After 1660, all legal documents were dated as if he had succeeded his father as king in 1649. Charles's English parliament enacted laws known as the Clarendon Code, designed to shore up the position of the re-established Church of England. Charles acquiesced to the Clarendon Code though he favoured a policy of religious tolerance; the major foreign policy issue of his early reign was the Second Anglo-Dutch War. In 1670, he entered into the Treaty of Dover, an alliance with his first cousin King Louis XIV of France. Louis agreed to aid him in the Third Anglo-Dutch War and pay him a pension, Charles secretly promised to convert to Catholicism at an unspecified future date. Charles attempted to introduce religious freedom for Catholics and Protestant dissenters with his 1672 Royal Declaration of Indulgence, but the English Parliament forced him to withdraw it. In 1679, Titus Oates's revelations of a supposed Popish Plot sparked the Exclusion Crisis when it was revealed that Charles's brother and heir, Duke of York, was a Catholic.
The crisis saw the birth of anti-exclusion Tory parties. Charles sided with the Tories, following the discovery of the Rye House Plot to murder Charles and James in 1683, some Whig leaders were executed or forced into exile. Charles dissolved the English Parliament in 1681, ruled alone until his death on 6 February 1685, he was received into the Catholic Church on his deathbed. Charles was one of the most popular and beloved kings of England, known as the Merry Monarch, in reference to both the liveliness and hedonism of his court and the general relief at the return to normality after over a decade of rule by Cromwell and the Puritans. Charles's wife, Catherine of Braganza, bore no live children, but Charles acknowledged at least twelve illegitimate children by various mistresses, he was succeeded by his brother James. Charles II was born at St James's Palace on 29 May 1630, his parents were Charles I, who ruled the three kingdoms of England and Ireland, Henrietta Maria, the sister of the French king Louis XIII.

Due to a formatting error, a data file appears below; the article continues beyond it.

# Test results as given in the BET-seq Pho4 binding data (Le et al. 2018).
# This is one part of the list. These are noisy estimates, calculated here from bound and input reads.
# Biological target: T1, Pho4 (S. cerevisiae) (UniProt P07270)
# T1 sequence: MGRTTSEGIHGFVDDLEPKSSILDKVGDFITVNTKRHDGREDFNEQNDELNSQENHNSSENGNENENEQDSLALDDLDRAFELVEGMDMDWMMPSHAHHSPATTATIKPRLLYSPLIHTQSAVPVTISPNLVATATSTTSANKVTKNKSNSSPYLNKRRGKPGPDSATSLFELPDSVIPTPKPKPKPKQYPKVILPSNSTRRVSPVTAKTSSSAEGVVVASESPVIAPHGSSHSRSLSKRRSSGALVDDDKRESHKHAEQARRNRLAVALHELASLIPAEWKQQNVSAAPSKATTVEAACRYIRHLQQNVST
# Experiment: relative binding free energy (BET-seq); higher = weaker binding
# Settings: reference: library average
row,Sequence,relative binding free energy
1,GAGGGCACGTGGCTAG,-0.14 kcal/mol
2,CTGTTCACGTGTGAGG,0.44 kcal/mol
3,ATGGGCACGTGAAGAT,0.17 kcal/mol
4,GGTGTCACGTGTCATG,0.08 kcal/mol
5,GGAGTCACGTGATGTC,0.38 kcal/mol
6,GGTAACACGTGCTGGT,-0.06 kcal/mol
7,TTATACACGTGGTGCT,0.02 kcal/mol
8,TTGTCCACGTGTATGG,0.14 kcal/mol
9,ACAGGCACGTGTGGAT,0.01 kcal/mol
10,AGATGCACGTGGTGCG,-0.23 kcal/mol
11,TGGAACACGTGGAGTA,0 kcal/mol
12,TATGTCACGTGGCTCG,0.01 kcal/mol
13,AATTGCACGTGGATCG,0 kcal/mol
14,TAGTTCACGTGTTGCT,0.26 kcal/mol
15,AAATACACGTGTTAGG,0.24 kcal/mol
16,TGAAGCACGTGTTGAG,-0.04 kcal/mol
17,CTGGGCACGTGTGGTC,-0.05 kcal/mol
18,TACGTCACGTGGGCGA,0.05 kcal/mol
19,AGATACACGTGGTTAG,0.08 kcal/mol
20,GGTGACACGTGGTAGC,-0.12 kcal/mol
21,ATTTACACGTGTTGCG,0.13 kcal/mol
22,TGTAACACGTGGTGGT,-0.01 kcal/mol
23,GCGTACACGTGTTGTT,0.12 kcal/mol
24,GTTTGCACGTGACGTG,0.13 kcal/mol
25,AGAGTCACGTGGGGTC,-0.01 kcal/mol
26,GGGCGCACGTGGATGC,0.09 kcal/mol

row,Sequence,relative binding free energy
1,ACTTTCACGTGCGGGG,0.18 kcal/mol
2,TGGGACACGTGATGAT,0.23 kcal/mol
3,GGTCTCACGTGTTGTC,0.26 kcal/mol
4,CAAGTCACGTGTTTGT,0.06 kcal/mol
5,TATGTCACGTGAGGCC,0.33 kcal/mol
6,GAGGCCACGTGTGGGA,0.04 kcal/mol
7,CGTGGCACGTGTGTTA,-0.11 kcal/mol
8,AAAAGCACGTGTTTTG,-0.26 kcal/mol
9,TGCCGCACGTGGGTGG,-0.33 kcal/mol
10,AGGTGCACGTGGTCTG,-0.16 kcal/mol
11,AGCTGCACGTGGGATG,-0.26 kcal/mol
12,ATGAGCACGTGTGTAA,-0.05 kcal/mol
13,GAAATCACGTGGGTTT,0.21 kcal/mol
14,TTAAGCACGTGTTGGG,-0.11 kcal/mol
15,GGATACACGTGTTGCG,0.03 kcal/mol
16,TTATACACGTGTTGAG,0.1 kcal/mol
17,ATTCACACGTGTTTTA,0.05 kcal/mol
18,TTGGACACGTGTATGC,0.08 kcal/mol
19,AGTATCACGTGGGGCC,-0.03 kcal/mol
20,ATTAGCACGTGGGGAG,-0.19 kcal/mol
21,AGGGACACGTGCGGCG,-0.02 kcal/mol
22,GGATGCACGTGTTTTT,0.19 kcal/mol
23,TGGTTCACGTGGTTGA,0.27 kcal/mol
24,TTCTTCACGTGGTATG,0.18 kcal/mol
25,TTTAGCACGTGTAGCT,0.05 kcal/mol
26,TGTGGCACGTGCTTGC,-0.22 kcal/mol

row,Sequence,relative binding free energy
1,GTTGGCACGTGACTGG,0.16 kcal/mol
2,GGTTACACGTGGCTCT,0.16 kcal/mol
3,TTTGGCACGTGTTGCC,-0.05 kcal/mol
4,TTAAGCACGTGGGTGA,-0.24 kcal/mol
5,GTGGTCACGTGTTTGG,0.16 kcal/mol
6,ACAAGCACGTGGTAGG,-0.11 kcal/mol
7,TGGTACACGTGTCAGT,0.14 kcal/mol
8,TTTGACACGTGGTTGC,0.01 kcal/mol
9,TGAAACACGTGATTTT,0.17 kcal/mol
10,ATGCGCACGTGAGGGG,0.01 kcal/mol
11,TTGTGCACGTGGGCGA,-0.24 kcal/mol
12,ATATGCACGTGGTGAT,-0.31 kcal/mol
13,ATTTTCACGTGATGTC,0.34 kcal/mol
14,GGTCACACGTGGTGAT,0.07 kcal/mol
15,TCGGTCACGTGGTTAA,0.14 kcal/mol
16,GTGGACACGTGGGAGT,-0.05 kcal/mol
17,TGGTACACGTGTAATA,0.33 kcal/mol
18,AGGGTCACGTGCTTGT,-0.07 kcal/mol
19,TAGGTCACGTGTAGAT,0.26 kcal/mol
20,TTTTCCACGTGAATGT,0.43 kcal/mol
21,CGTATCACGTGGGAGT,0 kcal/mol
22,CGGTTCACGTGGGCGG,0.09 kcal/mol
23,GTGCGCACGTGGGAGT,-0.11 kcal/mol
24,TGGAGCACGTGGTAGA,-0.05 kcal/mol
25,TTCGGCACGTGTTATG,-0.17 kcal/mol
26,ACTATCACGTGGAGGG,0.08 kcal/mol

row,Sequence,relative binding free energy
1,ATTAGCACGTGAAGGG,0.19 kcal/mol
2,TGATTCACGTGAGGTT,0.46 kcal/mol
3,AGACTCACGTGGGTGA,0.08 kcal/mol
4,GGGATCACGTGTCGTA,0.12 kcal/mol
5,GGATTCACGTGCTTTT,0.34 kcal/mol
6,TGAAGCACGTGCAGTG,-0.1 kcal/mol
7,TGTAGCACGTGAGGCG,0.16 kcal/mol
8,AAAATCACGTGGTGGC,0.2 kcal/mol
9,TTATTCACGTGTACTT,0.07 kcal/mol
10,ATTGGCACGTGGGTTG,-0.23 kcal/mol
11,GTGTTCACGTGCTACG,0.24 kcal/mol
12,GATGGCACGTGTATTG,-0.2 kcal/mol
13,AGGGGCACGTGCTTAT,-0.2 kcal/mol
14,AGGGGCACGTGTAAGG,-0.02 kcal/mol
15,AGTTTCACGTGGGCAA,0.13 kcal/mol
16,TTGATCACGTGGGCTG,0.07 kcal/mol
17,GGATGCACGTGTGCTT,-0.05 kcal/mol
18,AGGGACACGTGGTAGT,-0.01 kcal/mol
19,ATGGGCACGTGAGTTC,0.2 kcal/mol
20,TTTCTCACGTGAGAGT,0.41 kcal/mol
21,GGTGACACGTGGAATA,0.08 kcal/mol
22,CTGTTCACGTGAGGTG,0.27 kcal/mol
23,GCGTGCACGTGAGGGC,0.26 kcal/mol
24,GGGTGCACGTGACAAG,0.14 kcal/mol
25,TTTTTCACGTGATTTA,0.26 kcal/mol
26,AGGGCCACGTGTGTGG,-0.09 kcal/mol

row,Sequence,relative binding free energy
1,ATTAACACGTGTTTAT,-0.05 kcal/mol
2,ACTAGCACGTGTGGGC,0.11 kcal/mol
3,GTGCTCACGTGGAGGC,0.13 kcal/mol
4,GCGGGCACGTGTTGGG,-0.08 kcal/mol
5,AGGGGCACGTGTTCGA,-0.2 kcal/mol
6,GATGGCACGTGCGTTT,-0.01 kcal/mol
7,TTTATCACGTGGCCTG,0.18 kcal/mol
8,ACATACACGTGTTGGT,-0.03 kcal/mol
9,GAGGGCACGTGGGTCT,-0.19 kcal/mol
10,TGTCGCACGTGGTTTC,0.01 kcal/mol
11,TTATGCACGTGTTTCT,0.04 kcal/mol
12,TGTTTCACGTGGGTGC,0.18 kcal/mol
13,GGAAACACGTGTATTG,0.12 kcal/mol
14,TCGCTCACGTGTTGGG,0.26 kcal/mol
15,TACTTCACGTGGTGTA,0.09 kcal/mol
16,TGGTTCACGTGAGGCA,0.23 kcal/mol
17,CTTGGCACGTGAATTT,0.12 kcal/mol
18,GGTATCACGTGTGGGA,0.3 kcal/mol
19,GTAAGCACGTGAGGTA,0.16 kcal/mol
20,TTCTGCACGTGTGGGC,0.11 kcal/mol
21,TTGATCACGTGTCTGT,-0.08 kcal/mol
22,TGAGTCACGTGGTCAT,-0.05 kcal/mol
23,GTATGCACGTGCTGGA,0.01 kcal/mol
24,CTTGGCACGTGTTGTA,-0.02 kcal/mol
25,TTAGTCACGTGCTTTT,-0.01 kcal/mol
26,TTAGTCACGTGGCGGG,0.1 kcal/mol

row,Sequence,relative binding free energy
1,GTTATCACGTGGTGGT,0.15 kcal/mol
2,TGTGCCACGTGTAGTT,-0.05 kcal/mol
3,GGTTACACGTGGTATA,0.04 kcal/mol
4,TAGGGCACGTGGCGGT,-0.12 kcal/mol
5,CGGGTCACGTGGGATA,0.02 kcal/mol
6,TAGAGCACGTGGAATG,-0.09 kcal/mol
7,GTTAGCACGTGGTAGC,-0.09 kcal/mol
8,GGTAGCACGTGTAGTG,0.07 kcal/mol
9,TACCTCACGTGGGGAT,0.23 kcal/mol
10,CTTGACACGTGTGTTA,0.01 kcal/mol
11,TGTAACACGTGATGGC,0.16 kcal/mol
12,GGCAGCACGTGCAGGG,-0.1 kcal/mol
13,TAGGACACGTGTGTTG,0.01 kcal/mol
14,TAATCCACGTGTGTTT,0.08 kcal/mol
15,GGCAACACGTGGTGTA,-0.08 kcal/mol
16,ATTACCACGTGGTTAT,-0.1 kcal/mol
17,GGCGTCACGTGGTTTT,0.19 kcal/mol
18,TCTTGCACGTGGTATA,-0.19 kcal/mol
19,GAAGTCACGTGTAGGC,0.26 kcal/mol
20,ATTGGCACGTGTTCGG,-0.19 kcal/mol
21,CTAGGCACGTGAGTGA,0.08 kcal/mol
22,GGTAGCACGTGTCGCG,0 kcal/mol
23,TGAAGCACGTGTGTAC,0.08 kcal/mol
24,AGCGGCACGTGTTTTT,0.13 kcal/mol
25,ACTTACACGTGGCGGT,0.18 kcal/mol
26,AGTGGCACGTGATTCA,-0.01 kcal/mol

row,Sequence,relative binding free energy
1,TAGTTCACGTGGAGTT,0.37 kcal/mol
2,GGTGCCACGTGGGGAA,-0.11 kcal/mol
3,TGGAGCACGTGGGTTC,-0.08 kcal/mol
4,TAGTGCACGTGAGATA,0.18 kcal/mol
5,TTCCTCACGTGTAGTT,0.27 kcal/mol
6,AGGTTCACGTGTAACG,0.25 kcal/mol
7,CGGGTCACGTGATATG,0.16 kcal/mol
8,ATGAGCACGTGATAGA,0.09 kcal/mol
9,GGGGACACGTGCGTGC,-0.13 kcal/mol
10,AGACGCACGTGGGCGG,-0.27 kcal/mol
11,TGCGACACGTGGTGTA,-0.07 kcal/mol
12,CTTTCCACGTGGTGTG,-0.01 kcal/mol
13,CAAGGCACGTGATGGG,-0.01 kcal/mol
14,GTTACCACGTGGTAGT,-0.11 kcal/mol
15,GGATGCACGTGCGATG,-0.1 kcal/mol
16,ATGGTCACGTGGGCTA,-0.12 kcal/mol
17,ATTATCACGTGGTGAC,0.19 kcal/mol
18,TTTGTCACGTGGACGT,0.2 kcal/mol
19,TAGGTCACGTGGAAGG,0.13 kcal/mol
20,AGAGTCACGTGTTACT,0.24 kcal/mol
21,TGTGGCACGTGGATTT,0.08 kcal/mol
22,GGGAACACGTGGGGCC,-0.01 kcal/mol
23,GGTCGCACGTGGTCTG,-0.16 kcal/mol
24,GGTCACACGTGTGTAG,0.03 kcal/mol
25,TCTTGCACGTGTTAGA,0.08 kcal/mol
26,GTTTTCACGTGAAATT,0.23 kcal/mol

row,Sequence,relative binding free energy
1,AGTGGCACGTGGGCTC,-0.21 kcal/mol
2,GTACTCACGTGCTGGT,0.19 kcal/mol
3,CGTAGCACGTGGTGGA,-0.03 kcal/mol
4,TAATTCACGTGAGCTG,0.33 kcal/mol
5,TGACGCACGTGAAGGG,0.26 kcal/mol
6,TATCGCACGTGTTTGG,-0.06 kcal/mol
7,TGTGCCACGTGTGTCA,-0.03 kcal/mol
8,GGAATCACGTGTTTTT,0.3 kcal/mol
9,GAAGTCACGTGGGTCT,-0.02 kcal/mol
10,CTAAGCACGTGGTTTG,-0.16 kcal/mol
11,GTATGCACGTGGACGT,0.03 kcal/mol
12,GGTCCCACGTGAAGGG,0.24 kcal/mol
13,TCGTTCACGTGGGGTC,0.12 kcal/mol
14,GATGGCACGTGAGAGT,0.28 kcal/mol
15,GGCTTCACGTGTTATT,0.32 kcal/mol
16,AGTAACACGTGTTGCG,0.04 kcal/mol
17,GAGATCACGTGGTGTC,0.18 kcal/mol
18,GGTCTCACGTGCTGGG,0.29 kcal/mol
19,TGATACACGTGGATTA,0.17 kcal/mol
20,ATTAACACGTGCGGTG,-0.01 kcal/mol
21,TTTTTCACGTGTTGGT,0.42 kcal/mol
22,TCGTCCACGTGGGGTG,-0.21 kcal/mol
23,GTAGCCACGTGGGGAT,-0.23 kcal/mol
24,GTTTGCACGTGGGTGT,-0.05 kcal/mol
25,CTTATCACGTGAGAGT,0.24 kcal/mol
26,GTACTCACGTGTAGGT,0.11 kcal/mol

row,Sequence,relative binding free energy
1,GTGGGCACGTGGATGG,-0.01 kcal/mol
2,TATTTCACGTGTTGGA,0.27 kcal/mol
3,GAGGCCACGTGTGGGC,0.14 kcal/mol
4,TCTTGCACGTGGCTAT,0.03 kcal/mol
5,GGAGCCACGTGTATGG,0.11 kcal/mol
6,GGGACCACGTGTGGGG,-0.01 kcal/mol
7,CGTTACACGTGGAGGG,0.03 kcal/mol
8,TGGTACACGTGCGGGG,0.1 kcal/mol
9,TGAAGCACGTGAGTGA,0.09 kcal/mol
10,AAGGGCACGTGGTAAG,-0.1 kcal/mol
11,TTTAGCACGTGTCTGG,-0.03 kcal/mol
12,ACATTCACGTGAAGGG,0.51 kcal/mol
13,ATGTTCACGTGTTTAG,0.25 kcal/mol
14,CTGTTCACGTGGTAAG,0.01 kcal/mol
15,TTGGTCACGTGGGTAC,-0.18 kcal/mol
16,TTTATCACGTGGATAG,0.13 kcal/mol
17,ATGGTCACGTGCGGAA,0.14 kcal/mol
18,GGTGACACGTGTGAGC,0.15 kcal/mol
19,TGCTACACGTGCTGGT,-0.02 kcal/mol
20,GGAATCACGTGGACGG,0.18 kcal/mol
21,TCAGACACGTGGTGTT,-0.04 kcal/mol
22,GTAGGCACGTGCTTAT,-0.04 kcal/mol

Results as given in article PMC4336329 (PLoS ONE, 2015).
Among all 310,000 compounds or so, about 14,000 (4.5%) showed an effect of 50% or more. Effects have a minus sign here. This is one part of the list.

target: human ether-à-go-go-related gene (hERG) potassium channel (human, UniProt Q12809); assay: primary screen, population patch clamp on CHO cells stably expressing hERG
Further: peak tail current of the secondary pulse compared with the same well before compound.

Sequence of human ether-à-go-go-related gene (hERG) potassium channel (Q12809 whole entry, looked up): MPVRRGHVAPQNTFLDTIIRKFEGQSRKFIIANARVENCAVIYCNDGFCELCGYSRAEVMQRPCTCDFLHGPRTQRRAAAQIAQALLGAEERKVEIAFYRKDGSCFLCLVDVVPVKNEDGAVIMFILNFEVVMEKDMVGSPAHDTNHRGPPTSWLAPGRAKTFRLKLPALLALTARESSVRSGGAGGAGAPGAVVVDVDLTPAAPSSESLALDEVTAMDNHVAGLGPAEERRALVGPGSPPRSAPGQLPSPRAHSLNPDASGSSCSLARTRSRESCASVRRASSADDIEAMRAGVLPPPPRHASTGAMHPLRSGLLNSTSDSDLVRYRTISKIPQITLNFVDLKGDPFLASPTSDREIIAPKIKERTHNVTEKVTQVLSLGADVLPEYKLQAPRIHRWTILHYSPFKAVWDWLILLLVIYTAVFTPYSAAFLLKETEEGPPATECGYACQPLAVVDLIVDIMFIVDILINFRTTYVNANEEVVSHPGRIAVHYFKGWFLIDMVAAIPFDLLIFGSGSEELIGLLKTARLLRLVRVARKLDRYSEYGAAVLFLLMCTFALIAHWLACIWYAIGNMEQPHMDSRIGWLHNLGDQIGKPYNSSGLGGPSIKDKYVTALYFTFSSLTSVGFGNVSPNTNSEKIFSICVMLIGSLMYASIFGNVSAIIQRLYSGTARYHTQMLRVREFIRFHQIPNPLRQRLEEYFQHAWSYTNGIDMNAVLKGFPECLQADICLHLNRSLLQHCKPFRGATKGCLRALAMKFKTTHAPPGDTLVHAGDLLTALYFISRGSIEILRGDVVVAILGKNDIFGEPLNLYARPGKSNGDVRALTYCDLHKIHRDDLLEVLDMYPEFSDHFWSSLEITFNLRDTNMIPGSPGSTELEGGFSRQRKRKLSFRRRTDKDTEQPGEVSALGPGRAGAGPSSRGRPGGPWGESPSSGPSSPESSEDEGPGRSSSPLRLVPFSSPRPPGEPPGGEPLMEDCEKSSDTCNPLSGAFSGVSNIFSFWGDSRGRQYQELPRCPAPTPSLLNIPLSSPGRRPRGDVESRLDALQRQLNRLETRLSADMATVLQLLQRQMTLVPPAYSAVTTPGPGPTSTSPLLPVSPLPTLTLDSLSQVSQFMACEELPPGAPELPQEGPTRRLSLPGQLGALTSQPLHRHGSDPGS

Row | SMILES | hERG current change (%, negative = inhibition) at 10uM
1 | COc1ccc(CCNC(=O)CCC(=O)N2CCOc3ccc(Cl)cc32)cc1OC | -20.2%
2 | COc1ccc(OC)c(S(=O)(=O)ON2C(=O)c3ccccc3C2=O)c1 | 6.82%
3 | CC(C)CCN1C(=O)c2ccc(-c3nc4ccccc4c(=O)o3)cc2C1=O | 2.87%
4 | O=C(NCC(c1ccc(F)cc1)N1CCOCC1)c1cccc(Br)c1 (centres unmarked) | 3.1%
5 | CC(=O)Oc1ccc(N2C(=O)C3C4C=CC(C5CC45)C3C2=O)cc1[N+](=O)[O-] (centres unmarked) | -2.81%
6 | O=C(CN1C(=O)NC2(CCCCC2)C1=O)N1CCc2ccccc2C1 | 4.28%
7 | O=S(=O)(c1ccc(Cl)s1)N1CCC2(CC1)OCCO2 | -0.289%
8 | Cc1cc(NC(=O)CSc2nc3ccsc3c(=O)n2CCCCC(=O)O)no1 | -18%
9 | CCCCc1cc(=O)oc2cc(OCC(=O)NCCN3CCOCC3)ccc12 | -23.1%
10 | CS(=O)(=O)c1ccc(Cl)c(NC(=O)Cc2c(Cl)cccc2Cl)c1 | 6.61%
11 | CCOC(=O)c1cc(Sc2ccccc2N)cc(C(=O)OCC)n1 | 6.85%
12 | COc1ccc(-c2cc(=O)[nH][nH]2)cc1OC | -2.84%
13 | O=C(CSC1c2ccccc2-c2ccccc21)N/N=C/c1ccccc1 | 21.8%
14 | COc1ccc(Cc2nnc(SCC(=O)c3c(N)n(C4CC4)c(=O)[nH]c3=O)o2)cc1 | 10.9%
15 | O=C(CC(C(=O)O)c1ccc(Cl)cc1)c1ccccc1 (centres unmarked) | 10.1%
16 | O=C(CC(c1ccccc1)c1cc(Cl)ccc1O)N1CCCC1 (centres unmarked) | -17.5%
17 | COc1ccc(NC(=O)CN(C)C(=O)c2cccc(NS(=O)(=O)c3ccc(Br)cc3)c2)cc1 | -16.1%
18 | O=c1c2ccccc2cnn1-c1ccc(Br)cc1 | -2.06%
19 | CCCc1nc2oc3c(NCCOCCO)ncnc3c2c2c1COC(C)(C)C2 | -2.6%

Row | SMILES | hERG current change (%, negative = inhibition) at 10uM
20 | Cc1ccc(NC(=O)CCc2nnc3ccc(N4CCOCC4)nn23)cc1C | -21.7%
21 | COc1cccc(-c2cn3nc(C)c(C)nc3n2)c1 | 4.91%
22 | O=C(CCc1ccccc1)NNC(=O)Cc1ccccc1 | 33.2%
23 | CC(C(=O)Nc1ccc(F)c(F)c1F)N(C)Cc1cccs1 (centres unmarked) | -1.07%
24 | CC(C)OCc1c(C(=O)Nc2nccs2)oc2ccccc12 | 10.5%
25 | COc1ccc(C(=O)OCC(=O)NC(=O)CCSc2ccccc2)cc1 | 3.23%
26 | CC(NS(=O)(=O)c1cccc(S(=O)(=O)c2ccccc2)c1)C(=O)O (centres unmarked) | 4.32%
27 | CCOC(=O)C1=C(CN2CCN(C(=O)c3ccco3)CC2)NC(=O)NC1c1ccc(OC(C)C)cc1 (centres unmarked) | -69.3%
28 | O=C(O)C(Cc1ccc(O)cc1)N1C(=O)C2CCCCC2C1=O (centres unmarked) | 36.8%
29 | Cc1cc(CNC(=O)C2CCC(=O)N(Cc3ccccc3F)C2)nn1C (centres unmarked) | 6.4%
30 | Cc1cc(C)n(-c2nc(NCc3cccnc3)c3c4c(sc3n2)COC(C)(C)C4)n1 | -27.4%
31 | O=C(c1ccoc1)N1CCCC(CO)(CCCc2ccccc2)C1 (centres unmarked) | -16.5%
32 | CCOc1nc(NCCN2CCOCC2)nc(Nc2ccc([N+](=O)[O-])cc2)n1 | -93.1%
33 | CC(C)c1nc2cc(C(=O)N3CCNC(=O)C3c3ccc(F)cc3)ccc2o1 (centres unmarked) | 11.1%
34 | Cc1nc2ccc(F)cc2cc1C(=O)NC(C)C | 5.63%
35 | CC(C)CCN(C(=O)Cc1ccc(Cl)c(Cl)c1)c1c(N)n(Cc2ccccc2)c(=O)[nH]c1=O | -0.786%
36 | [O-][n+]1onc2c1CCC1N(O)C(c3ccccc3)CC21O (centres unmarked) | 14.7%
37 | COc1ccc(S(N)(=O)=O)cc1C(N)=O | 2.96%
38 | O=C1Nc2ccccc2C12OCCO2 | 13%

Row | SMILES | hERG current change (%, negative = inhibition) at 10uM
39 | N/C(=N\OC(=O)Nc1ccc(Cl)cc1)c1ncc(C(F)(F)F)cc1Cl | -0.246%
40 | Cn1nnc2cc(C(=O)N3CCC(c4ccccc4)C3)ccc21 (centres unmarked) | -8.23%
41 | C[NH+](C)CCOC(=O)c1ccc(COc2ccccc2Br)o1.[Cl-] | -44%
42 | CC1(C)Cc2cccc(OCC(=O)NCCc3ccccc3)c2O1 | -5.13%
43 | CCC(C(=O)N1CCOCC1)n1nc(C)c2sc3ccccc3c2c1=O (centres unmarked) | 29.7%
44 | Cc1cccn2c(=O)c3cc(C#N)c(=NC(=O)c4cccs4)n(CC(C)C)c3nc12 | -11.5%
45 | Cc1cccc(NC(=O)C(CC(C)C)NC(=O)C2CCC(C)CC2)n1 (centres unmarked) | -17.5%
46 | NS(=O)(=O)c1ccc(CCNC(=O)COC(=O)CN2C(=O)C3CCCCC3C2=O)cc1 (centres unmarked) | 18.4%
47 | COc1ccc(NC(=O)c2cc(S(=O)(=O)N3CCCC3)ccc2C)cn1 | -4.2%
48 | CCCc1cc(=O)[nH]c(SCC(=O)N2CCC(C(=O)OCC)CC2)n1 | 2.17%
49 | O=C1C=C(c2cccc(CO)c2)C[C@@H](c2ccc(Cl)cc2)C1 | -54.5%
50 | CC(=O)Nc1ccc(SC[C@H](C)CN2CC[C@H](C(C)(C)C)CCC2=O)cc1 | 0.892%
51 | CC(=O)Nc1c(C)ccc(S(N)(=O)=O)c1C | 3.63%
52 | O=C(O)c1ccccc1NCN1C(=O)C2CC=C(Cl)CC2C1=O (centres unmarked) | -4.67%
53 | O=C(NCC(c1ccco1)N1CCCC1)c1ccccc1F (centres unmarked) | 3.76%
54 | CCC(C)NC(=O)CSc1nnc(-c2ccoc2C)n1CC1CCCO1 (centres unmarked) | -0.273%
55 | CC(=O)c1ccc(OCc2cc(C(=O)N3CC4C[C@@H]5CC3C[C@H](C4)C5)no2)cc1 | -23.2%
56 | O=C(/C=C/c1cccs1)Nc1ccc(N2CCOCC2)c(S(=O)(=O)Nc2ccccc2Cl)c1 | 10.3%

Charles was their second child. Their first son died within a day. England and Ireland were predominantly Anglican and Catholic. Charles was baptised in the Chapel Royal, on 27 June, by the Anglican Bishop of London, William Laud, he was brought up in the care of the Protestant Countess of Dorset, though his godparents included his maternal uncle Louis XIII and his maternal grandmother, Marie de' Medici, the Dowager Queen of France, both of whom were Catholics. At birth, Charles automatically became Duke of Cornwall and Duke of Rothesay, along with several other associated titles. At or around his eighth birthday, he was designated Prince of Wales, though he was never formally invested. During the 1640s, when Charles was still young, his father fought Parliamentary and Puritan forces in the English Civil War. Charles accompanied his father during the Battle of Edgehill and, at the age of fourteen, participated in the campaigns of 1645, when he was made titular commander of the English forces in the West Country.
By spring 1646, his father was losing the war, Charles left England due to fears for his safety. Setting off from Falmouth after staying at Pendennis Castle, he went first to the Isles of Scilly to Jersey, to France, where his mother was living in exile and his first cousin, eight-year-old Louis XIV, was king. Charles I surrendered into captivity in May 1646. In 1648, during the Second English Civil War, Charles moved to The Hague, where his sister Mary and his brother-in-law William II, Prince of Orange, seemed more to provide substantial aid to the royalist cause than his mother's French relations. However, the royalist fleet that came under Charles's control was not used to any advantage, did not reach Scotland in time to join up with the royalist Engager army of the Duke of Hamilton before it was defeated at the Battle of Preston by the Parliamentarians. At The Hague, Charles had a brief affair with Lucy Walter, who falsely claimed that they had secretly married, her son, James Crofts, was one of Charles's many illegitimate children who became prominent in British society.